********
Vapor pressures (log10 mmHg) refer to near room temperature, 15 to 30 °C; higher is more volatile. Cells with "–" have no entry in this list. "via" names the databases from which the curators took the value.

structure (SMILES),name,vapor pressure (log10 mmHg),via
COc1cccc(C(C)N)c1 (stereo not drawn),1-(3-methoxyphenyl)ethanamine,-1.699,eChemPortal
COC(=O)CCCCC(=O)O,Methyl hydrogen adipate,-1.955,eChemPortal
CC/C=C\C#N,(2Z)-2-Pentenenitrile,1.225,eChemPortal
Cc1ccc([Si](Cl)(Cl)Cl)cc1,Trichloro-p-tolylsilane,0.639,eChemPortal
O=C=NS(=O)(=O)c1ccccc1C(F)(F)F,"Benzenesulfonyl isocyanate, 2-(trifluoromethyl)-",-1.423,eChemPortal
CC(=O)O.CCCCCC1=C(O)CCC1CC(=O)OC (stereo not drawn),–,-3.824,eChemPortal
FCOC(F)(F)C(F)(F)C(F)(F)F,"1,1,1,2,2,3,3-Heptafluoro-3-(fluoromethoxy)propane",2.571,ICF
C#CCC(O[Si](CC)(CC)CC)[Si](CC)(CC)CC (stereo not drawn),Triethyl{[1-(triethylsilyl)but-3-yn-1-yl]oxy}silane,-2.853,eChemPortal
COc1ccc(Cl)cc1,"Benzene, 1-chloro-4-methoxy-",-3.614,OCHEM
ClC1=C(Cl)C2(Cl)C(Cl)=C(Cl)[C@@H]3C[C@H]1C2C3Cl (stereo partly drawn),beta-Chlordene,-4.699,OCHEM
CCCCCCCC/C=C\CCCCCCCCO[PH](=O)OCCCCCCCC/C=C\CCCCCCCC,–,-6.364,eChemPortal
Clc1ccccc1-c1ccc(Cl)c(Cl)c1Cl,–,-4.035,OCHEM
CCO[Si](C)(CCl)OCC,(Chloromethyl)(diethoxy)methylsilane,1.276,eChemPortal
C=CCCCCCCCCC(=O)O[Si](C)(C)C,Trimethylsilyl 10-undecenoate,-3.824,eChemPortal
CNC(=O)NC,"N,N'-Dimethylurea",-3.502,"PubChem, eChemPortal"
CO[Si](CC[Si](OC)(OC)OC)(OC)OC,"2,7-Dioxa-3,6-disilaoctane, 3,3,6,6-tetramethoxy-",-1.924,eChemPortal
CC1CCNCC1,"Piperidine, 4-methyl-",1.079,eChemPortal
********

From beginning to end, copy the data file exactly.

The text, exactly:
Vapor pressures (log10 mmHg) refer to near room temperature, 15 to 30 °C; higher is more volatile. Cells with "–" have no entry in this list. "via" names the databases from which the curators took the value.

structure (SMILES),name,vapor pressure (log10 mmHg),via
COc1cccc(C(C)N)c1 (stereo not drawn),1-(3-methoxyphenyl)ethanamine,-1.699,eChemPortal
COC(=O)CCCCC(=O)O,Methyl hydrogen adipate,-1.955,eChemPortal
CC/C=C\C#N,(2Z)-2-Pentenenitrile,1.225,eChemPortal
Cc1ccc([Si](Cl)(Cl)Cl)cc1,Trichloro-p-tolylsilane,0.639,eChemPortal
O=C=NS(=O)(=O)c1ccccc1C(F)(F)F,"Benzenesulfonyl isocyanate, 2-(trifluoromethyl)-",-1.423,eChemPortal
CC(=O)O.CCCCCC1=C(O)CCC1CC(=O)OC (stereo not drawn),–,-3.824,eChemPortal
FCOC(F)(F)C(F)(F)C(F)(F)F,"1,1,1,2,2,3,3-Heptafluoro-3-(fluoromethoxy)propane",2.571,ICF
C#CCC(O[Si](CC)(CC)CC)[Si](CC)(CC)CC (stereo not drawn),Triethyl{[1-(triethylsilyl)but-3-yn-1-yl]oxy}silane,-2.853,eChemPortal
COc1ccc(Cl)cc1,"Benzene, 1-chloro-4-methoxy-",-3.614,OCHEM
ClC1=C(Cl)C2(Cl)C(Cl)=C(Cl)[C@@H]3C[C@H]1C2C3Cl (stereo partly drawn),beta-Chlordene,-4.699,OCHEM
CCCCCCCC/C=C\CCCCCCCCO[PH](=O)OCCCCCCCC/C=C\CCCCCCCC,–,-6.364,eChemPortal
Clc1ccccc1-c1ccc(Cl)c(Cl)c1Cl,–,-4.035,OCHEM
CCO[Si](C)(CCl)OCC,(Chloromethyl)(diethoxy)methylsilane,1.276,eChemPortal
C=CCCCCCCCCC(=O)O[Si](C)(C)C,Trimethylsilyl 10-undecenoate,-3.824,eChemPortal
CNC(=O)NC,"N,N'-Dimethylurea",-3.502,"PubChem, eChemPortal"
CO[Si](CC[Si](OC)(OC)OC)(OC)OC,"2,7-Dioxa-3,6-disilaoctane, 3,3,6,6-tetramethoxy-",-1.924,eChemPortal
CC1CCNCC1,"Piperidine, 4-methyl-",1.079,eChemPortal